The aim of this study was to evaluate the differences between patients with obstructive sleep apnea syndrome (OSAS) and phenotypically similar subjects without OSAS in terms of bone mineral density (BMD) and bone turnover markers. The study was conducted on 30 males diagnosed with OSAS and 20 healthy males. All subjects underwent polysomnographic testing. Calcium, phosphorus parathyroid hormone, thyroid stimulating hormone, bone-specific alkaline phosphatase, 25-hydroxyvitamin D3, osteocalcin, and beta-CrossLaps (β-CTx) were measured. BMD in the lumbar spine (L1-L4) and femoral neck was measured by dual energy X-ray absorptiometry. There was no statistically significant difference between the two groups in terms of demographic data with the exception of bone mass index and waist circumference. (p < 0.05). Analyses showed significantly lower BMD measurements in the femoral neck and T-scores in the femoral neck in patients diagnosed with OSAS. Serum β-CTx levels were found to be statistically significantly higher in the OSAS group (p = 0.017). In multivariate assessments performed for apnea/hypopnea index values, mean saturation O2 levels were found to be significantly associated with osteocalcin levels and neck BMD. OSAS patients might represent a risk group with respect to loss of BMD and bone resorption. It is important to evaluate bone loss in these patients. Further studies should be carried out on larger study populations to evaluate the effects of chronic hypoxia on BMD in detail. PMID:26204846

  12. Serum Bicarbonate and Bone Mineral Density in US Adults

    PubMed Central

    Chen, Wei; Melamed, Michal L.; Abramowitz, Matthew K.

    2014-01-01

    Background Chronic metabolic acidosis leads to bone mineral loss and results in lower bone mineral density (BMD), which is a risk factor for osteoporosis-related fractures. The effect of low-level metabolic acidosis on bone density in the general population is unknown. Study Design Cross-sectional study. Setting & Participants 9,724 nationally representative adults aged 20 years or older in the National Health and Nutrition Examination Survey 1999-2004. Factor Serum bicarbonate level. Outcomes Lumbar and total BMD as well as low lumbar and total bone mass defined as 1.0 SD below sex-specific mean of young adults. Measurements BMD was measured by dual-energy X-ray absorptiometry and serum bicarbonate levels were measured in all participants. Results Both men and women with lower serum bicarbonate levels were more likely to be current smokers and had higher body mass index and estimated net endogenous acid production. There was a significant linear trend across quartiles of serum bicarbonate with lumbar BMD among the total population as well as in sex-specific models (p=0.02 for all three models, p=0.1 for interaction). For total BMD, a significant association was seen with serum bicarbonate levels among women but not men (p=0.02 and p=0.1, respectively; p=0.8 for interaction); and a significant association was seen among post-menopausal women but not pre-menopausal women (p=0.02 and p=0.2, respectively; p=0.5 for interaction). Compared to women with serum bicarbonate level <24 mEq/L, those with serum bicarbonate ≥27 mEq/L had 0.018 g/cm2 higher total BMD (95% CI, 0.004-0.032; p=0.01) and had 31% lower odds of having low total bone mass (OR, 0.68; 95% CI, 0.46-0.99; p=0.05). Limitations Cross-sectional study using a single measurement of serum bicarbonate level. The subgroup differences are not definitive. Conclusions Lower serum bicarbonate levels are associated with lower BMD in US adults. Further studies should examine whether serum bicarbonate levels should be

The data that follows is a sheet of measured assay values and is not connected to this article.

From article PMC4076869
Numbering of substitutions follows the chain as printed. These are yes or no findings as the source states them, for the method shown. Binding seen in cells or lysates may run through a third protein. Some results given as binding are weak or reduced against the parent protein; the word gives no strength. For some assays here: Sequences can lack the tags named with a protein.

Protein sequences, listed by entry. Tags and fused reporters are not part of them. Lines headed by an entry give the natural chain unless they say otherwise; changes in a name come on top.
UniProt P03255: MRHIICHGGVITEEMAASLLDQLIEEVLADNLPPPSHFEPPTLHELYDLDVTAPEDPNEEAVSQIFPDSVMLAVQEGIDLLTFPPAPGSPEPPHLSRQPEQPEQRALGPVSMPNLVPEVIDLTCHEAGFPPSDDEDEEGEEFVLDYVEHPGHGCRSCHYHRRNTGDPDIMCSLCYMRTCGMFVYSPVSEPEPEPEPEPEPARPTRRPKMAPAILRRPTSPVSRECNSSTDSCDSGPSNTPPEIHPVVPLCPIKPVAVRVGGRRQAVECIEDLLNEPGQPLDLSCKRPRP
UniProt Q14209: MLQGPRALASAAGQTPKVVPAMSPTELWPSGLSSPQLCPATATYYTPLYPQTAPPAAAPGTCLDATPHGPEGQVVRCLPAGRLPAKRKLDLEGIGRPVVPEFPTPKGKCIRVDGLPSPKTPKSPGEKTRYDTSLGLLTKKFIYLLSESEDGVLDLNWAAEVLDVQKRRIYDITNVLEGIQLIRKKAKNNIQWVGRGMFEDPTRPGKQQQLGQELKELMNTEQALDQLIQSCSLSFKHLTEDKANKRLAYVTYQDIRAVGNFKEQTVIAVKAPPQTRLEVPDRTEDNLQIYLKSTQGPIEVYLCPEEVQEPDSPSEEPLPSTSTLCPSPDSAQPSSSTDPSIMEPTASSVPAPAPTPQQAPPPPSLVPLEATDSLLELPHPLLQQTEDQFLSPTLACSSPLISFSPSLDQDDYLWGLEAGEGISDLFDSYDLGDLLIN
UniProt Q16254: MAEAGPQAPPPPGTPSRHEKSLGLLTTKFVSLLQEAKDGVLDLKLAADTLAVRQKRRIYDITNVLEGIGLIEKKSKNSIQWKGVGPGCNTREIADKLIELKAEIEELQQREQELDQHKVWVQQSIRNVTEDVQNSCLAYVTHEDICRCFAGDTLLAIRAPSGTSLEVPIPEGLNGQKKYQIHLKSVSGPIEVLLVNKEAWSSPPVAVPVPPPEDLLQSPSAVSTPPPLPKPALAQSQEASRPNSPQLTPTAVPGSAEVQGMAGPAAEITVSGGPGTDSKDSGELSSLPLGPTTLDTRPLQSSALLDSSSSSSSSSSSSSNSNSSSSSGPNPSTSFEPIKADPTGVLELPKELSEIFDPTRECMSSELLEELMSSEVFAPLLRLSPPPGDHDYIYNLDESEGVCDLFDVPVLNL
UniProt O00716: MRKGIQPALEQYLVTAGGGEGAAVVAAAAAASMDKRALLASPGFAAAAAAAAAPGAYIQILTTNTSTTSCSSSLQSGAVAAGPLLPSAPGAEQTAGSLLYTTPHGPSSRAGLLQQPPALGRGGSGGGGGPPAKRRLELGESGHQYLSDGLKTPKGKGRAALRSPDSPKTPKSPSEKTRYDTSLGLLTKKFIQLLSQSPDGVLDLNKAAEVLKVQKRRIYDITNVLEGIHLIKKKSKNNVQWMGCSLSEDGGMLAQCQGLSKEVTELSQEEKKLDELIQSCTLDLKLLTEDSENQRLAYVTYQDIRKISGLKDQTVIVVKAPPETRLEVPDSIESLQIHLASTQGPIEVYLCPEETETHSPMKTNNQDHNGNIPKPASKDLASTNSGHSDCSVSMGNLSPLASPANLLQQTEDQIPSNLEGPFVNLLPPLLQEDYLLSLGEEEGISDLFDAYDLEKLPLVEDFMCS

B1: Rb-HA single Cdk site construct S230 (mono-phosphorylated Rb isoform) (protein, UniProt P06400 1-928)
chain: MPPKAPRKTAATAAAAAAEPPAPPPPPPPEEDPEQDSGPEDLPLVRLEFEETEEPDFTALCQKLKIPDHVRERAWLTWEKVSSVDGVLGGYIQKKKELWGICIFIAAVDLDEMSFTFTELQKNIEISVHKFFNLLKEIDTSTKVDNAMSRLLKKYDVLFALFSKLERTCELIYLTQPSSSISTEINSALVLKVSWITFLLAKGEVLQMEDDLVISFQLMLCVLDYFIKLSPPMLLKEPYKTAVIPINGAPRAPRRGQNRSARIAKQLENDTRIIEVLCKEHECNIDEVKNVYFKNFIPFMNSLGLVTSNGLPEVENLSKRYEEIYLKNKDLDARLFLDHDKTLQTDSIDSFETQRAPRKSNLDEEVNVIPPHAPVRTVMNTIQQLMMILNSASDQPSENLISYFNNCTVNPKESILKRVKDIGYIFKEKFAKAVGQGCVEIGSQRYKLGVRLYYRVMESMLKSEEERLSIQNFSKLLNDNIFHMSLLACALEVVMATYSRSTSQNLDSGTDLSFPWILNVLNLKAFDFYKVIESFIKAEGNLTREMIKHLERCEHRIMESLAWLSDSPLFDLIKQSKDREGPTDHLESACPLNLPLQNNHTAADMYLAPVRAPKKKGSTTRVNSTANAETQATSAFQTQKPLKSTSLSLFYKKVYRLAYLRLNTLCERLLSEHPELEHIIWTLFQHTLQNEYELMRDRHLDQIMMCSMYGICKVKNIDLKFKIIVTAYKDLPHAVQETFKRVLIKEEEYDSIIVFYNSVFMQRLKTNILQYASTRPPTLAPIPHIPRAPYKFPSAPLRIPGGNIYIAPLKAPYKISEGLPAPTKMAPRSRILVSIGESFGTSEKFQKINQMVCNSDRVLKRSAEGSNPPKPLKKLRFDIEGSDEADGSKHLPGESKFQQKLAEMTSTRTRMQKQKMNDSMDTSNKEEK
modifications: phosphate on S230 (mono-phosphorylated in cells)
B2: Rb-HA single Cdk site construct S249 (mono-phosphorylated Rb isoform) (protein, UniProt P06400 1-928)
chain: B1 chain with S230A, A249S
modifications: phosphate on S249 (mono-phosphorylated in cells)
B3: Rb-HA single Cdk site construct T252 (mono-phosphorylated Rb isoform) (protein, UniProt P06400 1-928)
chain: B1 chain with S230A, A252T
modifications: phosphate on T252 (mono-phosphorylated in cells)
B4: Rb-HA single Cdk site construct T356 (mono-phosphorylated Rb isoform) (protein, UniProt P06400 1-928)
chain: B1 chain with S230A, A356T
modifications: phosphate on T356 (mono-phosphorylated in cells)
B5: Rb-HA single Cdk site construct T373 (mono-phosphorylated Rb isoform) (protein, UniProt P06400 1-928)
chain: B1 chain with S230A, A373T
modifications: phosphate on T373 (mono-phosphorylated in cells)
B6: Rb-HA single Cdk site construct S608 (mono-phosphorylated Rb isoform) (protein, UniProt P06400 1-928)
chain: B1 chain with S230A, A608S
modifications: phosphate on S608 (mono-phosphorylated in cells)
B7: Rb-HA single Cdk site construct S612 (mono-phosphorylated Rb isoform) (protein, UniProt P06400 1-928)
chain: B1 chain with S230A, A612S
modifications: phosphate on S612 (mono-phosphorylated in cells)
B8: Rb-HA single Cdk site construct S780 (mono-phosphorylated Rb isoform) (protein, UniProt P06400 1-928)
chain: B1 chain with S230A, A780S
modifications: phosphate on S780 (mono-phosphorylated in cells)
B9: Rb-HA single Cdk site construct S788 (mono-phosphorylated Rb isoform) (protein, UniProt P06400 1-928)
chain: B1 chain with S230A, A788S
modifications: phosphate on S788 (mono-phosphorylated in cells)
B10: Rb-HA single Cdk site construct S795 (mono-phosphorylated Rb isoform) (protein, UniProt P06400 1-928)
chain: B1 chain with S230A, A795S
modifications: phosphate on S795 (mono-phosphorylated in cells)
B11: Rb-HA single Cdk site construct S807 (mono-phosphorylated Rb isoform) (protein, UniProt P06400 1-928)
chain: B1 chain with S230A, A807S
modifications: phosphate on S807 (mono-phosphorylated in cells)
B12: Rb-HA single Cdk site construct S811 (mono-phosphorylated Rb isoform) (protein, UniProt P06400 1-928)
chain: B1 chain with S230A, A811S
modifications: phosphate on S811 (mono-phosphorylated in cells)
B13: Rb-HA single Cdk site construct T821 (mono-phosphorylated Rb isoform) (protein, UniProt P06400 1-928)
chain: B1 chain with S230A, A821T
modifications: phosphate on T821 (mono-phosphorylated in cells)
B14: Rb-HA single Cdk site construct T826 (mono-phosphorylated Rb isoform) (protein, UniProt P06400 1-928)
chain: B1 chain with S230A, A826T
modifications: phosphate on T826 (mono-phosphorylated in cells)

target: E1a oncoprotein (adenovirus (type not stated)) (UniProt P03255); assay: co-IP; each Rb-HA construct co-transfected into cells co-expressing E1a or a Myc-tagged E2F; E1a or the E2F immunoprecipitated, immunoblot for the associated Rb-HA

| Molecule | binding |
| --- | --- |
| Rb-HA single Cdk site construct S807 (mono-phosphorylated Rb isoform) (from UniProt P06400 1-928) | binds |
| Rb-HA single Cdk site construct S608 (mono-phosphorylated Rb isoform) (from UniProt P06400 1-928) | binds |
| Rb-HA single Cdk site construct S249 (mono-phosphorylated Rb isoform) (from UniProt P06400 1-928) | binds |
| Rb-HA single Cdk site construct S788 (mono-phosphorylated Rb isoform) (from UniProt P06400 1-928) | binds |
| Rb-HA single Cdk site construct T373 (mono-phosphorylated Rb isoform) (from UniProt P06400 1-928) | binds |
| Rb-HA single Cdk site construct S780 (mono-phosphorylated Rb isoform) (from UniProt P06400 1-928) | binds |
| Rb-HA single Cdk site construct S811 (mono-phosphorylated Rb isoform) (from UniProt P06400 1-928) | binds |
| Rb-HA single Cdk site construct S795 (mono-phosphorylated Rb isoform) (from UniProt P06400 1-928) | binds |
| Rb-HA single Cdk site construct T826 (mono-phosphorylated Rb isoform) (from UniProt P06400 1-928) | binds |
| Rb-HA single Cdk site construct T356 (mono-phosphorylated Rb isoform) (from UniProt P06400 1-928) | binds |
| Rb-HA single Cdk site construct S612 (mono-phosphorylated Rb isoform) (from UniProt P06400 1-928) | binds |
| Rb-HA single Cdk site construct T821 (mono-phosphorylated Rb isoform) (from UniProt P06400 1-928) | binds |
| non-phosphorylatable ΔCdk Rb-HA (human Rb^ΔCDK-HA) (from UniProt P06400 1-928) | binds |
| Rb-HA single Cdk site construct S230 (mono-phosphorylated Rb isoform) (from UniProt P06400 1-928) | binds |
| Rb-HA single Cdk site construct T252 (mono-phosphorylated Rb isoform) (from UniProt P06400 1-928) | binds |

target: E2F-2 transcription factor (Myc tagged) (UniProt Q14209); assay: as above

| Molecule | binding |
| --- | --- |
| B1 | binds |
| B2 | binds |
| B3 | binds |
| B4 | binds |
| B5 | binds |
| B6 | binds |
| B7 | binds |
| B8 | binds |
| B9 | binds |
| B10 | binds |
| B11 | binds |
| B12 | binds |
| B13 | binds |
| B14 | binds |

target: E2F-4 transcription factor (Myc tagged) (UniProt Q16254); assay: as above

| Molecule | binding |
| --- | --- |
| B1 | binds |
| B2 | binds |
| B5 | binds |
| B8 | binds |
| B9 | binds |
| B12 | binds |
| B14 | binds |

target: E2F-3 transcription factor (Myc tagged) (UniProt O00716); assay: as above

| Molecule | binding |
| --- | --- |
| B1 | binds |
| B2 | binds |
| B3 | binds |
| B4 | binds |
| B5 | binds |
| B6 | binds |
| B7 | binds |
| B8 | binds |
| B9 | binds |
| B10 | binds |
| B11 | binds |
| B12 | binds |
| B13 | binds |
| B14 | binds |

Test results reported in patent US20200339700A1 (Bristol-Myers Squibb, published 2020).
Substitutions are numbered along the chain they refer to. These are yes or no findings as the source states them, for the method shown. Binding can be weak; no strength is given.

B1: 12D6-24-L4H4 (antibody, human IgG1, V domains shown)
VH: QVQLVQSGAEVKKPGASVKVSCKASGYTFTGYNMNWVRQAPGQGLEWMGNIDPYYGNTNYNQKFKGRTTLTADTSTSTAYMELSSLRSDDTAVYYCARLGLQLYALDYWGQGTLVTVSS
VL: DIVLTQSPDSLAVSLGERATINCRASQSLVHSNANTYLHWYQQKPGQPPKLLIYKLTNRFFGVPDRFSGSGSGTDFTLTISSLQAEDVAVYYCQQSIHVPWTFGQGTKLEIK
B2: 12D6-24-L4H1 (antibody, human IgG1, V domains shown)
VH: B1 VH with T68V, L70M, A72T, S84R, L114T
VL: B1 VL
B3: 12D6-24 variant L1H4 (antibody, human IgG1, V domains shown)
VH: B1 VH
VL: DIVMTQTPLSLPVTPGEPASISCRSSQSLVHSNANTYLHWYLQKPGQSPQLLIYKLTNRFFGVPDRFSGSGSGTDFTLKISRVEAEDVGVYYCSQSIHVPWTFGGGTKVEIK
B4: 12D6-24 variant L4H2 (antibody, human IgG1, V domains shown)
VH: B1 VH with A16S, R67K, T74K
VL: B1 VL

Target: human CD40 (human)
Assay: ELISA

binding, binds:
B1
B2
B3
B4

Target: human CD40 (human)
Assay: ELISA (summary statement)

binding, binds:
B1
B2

13. Comparison of the effects of whey mineral complexes on bone metabolism in male growing rats.

    PubMed

    Tsuchita, H; Sekiguchi, I; Kuwata, T

    1993-10-01

    The effects of whey mineral complexes (WMC1 and WMC2) on bone metabolism were studied in male growing rats. The contents of Ca, P, and protein in WMC1 were 18.2, 8.4, 2.3%, respectively, whereas those of WMC2 were 26.4, 14.6, and 10.5%, respectively. WMCs were added to diets as a sole source of Ca: the levels of dietary Ca were 0.3 and 0.6%. CaCO3 was used as a reference. There was no difference in body weight gain and quantitative values for Ca balance among the groups at the same level of dietary Ca. Rats fed WMC2 had a higher femoral Ca and bone density of humerus. The bone properties in rats fed WMC1 were not as high as those in rats fed WMC2. The P absorption and absorption rate were affected significantly by the type of dietary Ca source as well as the levels of dietary Ca. The percent of tubular reabsorption of P of rats fed WMC1 or WMC2 had a tendency to be higher than that of rats fed CaCO3 at each dietary Ca level. The results of urinary cAMP excretion showed that the parathyroid hormone function in rats fed WMC2 was relatively lower. The differences in minerals and other constituents between WMC1 and WMC2 are discussed from the viewpoint of bone metabolism. PMID:8120671